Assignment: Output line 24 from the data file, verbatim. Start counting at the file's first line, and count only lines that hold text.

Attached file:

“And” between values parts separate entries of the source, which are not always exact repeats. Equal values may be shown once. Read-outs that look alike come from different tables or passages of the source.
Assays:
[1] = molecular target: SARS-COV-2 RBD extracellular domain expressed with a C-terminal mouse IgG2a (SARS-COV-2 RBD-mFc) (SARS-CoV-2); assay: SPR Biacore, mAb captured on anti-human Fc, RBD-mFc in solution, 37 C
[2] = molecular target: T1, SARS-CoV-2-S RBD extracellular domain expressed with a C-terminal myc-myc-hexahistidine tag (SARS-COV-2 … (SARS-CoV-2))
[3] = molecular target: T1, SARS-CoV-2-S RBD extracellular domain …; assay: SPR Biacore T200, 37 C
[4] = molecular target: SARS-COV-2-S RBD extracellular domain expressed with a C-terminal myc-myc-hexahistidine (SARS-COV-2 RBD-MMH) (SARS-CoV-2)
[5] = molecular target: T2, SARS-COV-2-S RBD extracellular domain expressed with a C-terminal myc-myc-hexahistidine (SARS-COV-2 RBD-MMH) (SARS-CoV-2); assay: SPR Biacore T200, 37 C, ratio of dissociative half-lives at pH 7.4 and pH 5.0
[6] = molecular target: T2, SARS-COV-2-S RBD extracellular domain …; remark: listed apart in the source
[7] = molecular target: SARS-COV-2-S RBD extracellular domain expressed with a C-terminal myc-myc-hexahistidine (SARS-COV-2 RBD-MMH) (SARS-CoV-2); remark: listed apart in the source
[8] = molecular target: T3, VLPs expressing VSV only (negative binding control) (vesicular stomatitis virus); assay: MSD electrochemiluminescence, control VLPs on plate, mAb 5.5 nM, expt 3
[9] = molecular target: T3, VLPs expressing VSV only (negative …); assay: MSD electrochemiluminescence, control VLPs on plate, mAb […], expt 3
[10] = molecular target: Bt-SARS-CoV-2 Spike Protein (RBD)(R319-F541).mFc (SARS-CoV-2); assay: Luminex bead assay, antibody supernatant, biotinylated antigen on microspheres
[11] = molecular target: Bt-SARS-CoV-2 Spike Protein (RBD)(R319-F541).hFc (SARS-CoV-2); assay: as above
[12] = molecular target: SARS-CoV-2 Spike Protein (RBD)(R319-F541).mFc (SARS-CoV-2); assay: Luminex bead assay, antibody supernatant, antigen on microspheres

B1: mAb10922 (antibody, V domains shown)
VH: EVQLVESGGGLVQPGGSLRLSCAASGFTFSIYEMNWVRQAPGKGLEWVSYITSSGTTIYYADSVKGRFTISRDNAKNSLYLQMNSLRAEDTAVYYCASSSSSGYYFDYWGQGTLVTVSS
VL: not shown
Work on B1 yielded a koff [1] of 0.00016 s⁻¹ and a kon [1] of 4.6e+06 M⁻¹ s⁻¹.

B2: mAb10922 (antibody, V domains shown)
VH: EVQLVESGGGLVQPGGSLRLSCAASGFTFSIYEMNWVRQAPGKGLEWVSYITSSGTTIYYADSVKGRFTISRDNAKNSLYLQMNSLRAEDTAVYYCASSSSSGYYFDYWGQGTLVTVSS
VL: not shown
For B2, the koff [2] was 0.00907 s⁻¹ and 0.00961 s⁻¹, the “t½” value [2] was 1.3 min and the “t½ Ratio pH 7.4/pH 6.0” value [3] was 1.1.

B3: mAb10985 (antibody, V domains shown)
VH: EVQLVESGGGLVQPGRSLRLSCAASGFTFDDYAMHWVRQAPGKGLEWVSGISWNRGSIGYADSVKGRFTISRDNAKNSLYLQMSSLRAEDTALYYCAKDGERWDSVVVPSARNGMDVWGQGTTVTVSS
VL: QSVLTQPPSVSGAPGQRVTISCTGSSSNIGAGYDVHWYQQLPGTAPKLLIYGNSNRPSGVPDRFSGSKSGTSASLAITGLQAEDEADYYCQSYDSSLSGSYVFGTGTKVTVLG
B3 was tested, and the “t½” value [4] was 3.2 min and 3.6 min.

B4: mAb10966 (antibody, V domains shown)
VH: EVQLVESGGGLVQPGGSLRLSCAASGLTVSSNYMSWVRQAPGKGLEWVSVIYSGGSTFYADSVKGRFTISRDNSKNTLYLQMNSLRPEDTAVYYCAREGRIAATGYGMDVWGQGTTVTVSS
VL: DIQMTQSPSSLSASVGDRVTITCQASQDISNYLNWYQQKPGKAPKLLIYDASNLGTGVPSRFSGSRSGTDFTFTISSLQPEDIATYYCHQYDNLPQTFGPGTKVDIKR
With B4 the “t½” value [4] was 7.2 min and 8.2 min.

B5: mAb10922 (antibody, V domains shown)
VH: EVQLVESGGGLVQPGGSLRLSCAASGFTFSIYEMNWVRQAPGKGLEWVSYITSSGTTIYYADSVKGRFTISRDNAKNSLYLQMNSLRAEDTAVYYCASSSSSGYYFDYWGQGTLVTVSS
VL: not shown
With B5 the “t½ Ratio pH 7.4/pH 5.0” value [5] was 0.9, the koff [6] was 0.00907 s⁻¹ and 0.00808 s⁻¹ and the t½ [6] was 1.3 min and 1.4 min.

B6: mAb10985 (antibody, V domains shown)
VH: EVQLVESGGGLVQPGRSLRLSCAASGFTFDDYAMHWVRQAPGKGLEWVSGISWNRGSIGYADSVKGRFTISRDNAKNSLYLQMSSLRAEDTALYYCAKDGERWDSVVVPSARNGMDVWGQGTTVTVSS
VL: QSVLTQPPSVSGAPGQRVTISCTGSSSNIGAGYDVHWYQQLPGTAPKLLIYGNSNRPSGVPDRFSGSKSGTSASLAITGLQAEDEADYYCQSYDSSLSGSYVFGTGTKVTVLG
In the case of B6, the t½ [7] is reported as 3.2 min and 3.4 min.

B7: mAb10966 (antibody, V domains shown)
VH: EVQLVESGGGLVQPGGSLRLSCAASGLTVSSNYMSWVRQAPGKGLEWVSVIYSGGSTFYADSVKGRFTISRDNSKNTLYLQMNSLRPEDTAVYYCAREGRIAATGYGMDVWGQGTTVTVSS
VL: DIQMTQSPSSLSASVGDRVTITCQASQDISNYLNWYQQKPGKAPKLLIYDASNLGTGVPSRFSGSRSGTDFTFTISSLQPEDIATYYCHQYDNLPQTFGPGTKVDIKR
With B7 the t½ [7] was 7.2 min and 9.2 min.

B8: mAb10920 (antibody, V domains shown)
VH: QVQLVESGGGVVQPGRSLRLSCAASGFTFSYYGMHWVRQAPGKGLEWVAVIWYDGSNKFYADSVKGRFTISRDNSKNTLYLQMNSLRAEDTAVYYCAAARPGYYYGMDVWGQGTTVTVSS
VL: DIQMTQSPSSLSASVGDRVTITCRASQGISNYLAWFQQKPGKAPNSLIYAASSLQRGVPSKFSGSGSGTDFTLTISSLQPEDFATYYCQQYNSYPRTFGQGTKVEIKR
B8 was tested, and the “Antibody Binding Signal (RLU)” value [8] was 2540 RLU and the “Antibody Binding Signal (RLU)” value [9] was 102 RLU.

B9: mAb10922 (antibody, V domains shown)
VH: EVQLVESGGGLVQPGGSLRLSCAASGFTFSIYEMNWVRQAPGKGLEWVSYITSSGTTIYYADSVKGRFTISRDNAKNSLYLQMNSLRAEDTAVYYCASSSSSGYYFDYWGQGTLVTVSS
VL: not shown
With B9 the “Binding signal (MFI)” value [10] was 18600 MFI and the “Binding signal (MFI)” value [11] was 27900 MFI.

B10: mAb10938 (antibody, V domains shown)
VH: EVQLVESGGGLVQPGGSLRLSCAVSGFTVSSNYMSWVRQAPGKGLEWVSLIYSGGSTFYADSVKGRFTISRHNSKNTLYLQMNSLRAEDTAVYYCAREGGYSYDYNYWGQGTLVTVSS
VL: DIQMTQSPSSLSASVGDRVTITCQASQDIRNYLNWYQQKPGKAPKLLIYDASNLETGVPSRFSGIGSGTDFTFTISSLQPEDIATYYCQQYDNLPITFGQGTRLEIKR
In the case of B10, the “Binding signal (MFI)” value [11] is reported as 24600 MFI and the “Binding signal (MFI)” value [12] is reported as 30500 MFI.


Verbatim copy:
VH: EVQLVESGGGLVQPGRSLRLSCAASGFTFDDYAMHWVRQAPGKGLEWVSGISWNRGSIGYADSVKGRFTISRDNAKNSLYLQMSSLRAEDTALYYCAKDGERWDSVVVPSARNGMDVWGQGTTVTVSS